Teaching Journey

"Ben, if you're going to do this, just do it. it's now or never."

My dad said this to me as I was moping around my high school's college fair, not really looking at anything. He knew deep down that I wanted to look at the theatre schools but simultaneously didn't want to admit it. Most of my friends had already applied, toured, auditioned, and been accepted to like a million schools, but I hadn't even started looking. Not only that, but what would people think if they knew I actually cared about theatre and wanted to take it seriously? Would they think I was kidding myself? I don't know if subconsciously I was waiting for permission from my dad, freeing me from the age old cliché of a disappointed theatre father, but allowing myself to look at school for theatre became the first step in this journey.

Fast forward a bit to undergrad. I'm in my voice class, and this word I've never heard before comes up: pedagogy. Over the course of that year, my voice professor gave a crash course into voice science and studies showing ways to improve your singing. I was completely amazed. It seems silly to say now, but at that time I genuinely believed that singing was a talent, something you either had or didn't have, and there wasn't really any use in trying to improve. The very idea of vocal pedagogy unlocked something in me. I spent that school year in the practice room almost constantly. I uploaded twice the amount of practice recordings assigned at twice the length. I wouldn't have admitted it at the time, but I wanted to sing and to sing well. It was exciting to see even the smallest improvement. This was the second step.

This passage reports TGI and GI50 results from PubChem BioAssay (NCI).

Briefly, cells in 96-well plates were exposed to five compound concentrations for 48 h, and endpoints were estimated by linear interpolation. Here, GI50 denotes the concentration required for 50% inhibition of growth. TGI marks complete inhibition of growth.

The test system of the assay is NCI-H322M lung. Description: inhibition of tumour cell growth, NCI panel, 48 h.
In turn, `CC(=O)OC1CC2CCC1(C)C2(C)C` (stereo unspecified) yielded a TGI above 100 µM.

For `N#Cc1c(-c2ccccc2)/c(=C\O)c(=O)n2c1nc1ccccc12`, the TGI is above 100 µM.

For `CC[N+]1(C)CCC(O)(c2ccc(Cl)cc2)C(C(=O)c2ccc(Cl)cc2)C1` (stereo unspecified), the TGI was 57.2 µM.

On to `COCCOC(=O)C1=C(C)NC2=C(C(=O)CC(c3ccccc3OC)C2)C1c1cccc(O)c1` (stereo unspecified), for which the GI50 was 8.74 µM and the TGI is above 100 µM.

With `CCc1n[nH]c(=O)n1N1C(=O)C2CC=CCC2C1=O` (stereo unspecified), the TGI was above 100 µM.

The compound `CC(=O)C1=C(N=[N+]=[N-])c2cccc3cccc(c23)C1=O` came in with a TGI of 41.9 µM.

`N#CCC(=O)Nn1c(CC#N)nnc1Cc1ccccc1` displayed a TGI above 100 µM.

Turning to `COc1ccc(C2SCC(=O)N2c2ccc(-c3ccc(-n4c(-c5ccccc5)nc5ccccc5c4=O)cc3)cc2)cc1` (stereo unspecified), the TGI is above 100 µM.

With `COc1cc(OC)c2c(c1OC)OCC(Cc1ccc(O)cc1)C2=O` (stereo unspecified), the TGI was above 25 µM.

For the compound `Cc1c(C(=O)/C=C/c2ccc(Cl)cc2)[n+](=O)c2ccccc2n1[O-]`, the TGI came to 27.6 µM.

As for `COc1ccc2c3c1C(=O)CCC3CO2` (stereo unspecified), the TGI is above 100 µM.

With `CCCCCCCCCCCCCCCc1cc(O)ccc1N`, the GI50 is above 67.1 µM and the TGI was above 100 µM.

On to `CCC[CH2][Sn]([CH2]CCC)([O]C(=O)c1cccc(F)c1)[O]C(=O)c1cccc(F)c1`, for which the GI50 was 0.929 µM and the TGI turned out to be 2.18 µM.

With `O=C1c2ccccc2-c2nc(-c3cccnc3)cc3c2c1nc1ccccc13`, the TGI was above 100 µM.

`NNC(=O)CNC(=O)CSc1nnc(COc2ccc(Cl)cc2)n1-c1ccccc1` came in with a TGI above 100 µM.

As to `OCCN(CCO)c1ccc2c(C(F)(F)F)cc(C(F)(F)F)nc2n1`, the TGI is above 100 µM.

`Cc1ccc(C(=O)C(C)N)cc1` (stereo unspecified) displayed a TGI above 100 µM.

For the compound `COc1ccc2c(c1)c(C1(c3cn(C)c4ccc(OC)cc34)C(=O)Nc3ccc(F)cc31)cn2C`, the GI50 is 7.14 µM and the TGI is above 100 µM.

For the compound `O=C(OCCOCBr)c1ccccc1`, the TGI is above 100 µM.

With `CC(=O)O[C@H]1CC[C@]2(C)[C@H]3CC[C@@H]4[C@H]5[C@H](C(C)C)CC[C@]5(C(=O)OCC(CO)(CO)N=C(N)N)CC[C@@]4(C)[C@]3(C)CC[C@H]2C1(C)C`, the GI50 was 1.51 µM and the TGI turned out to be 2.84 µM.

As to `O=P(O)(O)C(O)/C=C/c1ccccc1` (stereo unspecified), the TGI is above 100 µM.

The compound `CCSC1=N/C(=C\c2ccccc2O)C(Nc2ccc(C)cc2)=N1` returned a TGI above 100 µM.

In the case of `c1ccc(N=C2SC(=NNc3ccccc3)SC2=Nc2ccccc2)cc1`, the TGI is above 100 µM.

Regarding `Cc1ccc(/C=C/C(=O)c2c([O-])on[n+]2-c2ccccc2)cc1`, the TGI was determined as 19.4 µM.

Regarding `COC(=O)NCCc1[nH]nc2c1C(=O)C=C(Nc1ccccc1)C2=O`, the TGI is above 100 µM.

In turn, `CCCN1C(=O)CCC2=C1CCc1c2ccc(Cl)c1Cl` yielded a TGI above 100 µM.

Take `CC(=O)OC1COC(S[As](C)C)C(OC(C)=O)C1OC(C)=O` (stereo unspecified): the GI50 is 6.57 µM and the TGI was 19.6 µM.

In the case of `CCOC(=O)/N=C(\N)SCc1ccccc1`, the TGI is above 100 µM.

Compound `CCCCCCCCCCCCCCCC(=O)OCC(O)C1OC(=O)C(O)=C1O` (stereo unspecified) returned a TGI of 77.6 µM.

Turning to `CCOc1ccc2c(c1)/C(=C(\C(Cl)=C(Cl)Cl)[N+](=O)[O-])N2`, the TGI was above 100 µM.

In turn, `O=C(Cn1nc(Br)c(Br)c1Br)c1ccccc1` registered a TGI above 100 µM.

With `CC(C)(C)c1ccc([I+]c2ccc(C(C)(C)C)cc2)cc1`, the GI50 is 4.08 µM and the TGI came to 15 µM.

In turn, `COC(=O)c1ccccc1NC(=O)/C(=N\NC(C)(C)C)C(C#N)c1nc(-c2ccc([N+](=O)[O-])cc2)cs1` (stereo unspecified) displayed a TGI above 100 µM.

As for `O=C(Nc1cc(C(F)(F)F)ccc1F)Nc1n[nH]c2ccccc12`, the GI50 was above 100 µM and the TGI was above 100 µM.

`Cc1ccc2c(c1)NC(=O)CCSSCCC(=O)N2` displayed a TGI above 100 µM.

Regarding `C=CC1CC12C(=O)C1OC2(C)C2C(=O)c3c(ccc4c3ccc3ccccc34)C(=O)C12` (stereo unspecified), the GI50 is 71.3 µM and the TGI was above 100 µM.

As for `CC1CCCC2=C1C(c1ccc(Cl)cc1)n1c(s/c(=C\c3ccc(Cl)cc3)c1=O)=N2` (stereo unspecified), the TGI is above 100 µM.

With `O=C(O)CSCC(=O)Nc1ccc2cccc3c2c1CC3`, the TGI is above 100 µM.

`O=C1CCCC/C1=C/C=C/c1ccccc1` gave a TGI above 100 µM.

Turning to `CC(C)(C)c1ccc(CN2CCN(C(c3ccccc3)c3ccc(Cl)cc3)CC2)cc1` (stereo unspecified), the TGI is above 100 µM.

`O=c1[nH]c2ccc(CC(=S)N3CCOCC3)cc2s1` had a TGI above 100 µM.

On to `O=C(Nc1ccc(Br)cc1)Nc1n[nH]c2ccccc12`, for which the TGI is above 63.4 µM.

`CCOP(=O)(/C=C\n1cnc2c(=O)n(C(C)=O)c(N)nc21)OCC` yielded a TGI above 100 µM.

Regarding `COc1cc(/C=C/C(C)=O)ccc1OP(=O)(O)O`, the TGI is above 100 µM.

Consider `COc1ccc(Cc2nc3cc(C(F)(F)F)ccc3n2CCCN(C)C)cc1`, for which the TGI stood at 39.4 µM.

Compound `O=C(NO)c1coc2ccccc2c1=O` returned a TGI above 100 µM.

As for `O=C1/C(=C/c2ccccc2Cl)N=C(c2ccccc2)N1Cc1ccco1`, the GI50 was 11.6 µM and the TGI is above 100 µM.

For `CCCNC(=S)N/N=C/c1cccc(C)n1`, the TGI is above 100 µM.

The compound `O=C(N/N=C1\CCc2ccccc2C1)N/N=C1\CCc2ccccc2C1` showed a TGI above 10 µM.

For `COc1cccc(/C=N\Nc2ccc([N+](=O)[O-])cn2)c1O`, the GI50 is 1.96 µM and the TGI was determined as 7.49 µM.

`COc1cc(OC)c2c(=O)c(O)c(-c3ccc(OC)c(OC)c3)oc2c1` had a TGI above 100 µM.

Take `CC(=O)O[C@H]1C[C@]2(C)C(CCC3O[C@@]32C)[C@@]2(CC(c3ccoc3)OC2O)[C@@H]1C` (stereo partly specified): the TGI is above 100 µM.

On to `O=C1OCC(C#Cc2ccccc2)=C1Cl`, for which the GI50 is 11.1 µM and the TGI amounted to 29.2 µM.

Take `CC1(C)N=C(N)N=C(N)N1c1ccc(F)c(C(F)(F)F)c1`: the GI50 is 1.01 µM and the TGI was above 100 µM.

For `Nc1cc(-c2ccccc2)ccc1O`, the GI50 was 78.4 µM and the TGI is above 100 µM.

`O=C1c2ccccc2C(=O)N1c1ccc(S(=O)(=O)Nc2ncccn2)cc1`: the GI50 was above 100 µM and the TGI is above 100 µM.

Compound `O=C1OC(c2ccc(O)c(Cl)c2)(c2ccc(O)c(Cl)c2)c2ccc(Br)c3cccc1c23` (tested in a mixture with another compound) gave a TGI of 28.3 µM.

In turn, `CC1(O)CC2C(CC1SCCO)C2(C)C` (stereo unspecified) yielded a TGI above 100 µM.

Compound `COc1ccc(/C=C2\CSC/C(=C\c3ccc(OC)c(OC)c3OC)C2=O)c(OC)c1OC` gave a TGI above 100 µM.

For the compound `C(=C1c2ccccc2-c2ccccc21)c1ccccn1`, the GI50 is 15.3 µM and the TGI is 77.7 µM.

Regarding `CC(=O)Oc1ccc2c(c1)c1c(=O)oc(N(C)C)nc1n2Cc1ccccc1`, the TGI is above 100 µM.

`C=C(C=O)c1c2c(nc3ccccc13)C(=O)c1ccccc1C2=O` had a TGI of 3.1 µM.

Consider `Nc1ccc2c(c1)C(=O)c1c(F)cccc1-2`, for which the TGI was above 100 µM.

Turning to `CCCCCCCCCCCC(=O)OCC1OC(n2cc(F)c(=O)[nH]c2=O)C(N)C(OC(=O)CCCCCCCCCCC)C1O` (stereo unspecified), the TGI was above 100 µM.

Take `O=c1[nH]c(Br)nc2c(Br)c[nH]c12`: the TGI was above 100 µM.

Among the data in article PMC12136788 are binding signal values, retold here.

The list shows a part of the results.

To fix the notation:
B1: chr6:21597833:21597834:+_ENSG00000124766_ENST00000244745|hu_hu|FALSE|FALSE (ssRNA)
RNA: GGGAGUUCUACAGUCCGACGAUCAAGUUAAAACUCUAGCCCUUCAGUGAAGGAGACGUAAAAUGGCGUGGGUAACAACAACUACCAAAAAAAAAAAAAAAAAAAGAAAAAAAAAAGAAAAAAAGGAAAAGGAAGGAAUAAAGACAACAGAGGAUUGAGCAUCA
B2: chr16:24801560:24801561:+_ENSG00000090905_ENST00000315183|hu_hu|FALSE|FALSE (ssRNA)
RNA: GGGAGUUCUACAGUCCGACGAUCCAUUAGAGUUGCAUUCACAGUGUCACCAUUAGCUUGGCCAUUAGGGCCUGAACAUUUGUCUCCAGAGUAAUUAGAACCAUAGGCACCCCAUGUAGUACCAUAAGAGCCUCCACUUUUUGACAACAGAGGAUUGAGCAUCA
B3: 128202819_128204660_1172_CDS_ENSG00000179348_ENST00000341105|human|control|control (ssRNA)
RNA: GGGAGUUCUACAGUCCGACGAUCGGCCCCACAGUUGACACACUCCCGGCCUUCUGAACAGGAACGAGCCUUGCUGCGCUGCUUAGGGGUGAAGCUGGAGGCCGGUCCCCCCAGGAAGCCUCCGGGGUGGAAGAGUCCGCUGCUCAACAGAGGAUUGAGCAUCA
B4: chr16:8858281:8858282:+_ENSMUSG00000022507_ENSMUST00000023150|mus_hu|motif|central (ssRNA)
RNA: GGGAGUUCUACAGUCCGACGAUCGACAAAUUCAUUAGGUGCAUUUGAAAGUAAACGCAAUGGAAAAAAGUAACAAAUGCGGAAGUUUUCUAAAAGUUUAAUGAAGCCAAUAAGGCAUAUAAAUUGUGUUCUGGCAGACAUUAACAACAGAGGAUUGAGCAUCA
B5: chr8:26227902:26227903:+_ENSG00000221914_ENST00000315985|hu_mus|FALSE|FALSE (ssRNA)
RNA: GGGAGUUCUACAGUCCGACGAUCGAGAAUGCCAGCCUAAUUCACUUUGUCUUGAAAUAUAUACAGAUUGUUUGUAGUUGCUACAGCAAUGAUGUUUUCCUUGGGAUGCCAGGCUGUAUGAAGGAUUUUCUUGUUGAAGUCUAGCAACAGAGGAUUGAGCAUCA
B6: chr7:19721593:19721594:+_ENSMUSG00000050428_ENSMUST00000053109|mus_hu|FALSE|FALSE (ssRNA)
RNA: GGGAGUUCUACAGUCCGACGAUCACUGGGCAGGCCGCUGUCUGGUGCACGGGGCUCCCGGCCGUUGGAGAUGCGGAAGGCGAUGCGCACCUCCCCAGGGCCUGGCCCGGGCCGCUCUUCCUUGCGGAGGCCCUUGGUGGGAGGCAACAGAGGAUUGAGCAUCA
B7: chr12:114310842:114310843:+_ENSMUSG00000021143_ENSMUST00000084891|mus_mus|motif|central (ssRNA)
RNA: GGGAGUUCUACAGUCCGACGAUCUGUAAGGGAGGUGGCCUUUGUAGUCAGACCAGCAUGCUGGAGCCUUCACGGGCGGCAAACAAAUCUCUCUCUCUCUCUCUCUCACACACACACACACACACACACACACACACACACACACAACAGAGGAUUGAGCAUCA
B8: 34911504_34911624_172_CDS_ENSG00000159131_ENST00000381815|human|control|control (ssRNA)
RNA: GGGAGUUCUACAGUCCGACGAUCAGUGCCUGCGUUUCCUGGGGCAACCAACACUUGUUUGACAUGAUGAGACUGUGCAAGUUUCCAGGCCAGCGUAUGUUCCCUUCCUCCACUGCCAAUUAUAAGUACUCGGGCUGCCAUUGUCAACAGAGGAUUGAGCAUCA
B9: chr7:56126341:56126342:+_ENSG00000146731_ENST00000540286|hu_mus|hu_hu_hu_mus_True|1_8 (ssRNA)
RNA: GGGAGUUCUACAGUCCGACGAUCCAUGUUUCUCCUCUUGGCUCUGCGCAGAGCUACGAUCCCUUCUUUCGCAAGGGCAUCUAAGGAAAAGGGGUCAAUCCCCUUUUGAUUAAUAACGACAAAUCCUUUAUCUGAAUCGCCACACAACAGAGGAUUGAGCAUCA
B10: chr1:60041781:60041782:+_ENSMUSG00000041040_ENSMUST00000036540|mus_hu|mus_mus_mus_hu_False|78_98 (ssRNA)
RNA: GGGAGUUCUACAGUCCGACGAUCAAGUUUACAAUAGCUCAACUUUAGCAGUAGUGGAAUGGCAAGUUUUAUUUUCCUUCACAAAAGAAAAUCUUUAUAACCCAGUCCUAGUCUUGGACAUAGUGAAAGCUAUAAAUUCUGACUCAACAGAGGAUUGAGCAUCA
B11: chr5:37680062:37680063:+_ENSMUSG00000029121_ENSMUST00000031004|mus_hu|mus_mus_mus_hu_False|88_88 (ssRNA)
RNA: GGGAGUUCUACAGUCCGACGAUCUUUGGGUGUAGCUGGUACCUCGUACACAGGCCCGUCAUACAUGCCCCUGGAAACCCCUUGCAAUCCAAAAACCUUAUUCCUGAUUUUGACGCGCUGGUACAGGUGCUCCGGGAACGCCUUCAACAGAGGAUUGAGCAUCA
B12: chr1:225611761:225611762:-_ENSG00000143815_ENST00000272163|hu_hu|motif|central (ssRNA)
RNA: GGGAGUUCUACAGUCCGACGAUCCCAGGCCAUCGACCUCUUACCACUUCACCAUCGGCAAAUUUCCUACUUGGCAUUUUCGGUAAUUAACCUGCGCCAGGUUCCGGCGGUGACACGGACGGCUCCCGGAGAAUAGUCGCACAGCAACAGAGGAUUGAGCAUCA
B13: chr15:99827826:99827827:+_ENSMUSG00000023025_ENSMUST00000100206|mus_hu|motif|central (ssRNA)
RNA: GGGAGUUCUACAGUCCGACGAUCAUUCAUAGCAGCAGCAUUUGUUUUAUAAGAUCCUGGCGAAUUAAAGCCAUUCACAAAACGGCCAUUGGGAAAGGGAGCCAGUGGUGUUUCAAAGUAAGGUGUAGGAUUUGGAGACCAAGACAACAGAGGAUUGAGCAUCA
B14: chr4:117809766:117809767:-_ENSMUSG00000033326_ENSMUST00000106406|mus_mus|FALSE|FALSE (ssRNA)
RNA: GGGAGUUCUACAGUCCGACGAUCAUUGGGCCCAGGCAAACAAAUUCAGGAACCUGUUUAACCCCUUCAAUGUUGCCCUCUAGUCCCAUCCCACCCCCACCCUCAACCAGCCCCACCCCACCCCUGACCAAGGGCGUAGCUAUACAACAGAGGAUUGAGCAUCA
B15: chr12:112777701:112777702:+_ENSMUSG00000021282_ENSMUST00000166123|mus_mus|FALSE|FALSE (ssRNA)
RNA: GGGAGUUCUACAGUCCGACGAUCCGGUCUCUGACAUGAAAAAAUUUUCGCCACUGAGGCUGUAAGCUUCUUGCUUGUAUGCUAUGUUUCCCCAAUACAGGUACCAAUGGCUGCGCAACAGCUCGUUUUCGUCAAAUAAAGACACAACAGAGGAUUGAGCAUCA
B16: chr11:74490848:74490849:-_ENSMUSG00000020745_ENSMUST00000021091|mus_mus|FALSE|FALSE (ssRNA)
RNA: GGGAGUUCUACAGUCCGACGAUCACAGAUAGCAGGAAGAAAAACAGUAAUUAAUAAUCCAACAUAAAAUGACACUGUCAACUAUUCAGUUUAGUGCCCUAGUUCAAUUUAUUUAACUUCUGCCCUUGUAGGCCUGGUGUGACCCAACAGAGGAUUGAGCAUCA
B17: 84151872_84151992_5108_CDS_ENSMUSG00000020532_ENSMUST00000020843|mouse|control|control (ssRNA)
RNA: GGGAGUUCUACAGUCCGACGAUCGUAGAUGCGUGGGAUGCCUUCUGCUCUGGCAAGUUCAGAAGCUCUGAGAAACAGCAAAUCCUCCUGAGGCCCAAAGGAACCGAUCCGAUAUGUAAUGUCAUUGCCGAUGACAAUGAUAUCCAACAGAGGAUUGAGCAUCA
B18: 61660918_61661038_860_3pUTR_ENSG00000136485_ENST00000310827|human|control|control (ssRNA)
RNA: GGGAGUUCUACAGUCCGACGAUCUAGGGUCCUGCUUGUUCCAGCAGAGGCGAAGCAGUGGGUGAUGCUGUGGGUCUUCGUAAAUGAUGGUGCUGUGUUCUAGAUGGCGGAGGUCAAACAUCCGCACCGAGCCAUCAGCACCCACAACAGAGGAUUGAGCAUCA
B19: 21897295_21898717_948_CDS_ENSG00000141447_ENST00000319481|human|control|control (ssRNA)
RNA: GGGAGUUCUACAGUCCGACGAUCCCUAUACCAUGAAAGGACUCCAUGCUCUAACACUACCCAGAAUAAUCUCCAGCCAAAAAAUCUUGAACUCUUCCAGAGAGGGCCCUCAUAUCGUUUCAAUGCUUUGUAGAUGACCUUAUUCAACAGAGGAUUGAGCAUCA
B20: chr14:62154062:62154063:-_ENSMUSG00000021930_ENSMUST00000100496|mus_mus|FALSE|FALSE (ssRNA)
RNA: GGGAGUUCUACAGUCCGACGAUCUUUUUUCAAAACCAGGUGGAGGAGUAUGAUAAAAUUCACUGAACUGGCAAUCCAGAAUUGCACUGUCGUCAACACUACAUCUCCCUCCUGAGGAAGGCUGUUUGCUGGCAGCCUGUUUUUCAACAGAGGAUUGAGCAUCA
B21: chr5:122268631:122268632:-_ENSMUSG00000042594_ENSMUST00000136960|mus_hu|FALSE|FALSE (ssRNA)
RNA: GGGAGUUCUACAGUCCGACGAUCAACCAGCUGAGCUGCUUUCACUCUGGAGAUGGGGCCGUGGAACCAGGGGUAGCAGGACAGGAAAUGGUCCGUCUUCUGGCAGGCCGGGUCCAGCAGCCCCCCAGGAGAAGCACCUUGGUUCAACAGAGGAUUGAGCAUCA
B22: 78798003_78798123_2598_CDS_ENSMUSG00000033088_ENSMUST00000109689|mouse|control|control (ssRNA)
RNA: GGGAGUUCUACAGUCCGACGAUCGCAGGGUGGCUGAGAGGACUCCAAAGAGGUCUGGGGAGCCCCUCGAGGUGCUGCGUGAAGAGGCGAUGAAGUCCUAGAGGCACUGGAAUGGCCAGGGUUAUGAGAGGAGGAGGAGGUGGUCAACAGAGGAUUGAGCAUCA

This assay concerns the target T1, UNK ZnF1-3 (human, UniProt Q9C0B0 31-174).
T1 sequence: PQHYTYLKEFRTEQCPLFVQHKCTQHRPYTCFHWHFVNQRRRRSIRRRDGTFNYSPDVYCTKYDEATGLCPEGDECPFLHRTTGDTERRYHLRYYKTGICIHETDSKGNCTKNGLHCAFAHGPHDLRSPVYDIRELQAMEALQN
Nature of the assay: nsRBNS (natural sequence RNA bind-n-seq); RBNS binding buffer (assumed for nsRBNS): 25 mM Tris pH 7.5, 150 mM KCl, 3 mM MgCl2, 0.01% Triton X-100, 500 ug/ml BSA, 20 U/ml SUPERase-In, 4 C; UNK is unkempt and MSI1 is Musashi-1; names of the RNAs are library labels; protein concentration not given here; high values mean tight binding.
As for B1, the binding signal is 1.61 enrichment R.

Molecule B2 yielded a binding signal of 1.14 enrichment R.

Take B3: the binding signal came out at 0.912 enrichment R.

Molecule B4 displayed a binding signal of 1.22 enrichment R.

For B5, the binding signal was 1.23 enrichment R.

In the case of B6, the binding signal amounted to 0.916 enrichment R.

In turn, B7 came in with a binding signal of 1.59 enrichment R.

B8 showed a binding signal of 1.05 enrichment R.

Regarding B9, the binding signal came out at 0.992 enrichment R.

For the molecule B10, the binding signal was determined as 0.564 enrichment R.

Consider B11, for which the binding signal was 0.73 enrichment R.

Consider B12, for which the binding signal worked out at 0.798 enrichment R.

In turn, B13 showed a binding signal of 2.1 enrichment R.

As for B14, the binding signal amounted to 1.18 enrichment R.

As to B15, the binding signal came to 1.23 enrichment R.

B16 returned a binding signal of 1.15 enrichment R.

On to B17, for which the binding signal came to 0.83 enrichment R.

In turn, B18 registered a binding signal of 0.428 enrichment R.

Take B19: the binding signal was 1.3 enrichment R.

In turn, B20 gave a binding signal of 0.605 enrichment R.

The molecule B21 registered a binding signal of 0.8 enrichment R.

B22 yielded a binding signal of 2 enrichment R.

As the semesters went by I grew increasingly aware of the fact that I wasn't a tenor. From direct comments about my voice and repertoire choices to indirect comments through cast lists, studio assignments, and other missed opportunities, the message was clear: I needed to expand my upper range. Because of my introduction to vocal pedagogy, I believed I could sing higher with practice (and it seemed like that's what I needed to do to get noticed/cast), so I started bringing in exclusively tenor repertoire to my lessons. This is when my teachers turned negative. Comments became subtle insults like, "You should sing low more often" or "You need to lower the key for this." I couldn't understand why they were saying these things instead of teaching me what I needed to do differently in order to improve. I distinctly remember one lesson where my teacher got particularly mad at me. She kept demonstrating a note (it was A4 by the way, extremely high in my voice but right in the middle of hers), and repeating, "Sing it like this! NO! Like this!" I left defeated, embarrassed, confused, and ready to give up.

As moments like these became more common, I shifted from wanting to do well for my own sake and passion, to simply wanting to prove to everyone wrong about my voice. I became overly sensitive to any vocal comment - if it was good they must be sparing my feelings and if it was bad it must be true. This type of unhealthy thought process quickly turned to resentment. This is not a step in my journey that I'm proud of, but it would be dishonest to deny its importance in my development because this resentment is what led me to take things into my own hands and apply for a graduate level vocal pedagogy program.

The next, and possibly most important step came from my wife, Sara Beth. I had gotten a callback to NYU's vocal pedagogy/MM in vocal performance dual degree program, and I was rehearsing the night before the audition when, surprise surprise, my voice cracked. I immediately started drafting an email canceling my callback. My voice teachers must have been right about me, and it wasn't worth it to embarrass myself in front of another faculty panel. Sara Beth stopped me and said,

"Ben, you're going to do this. you can do this. it's now or never."

These experiences shaped me as a person, an artist, a vocalist, and a teacher. It is my teaching mission: To pursue, attain, and distribute vocal knowledge to prevent experiences like mine, especially for Bass/Baritones who feel that they're being left out of the musical theatre scene.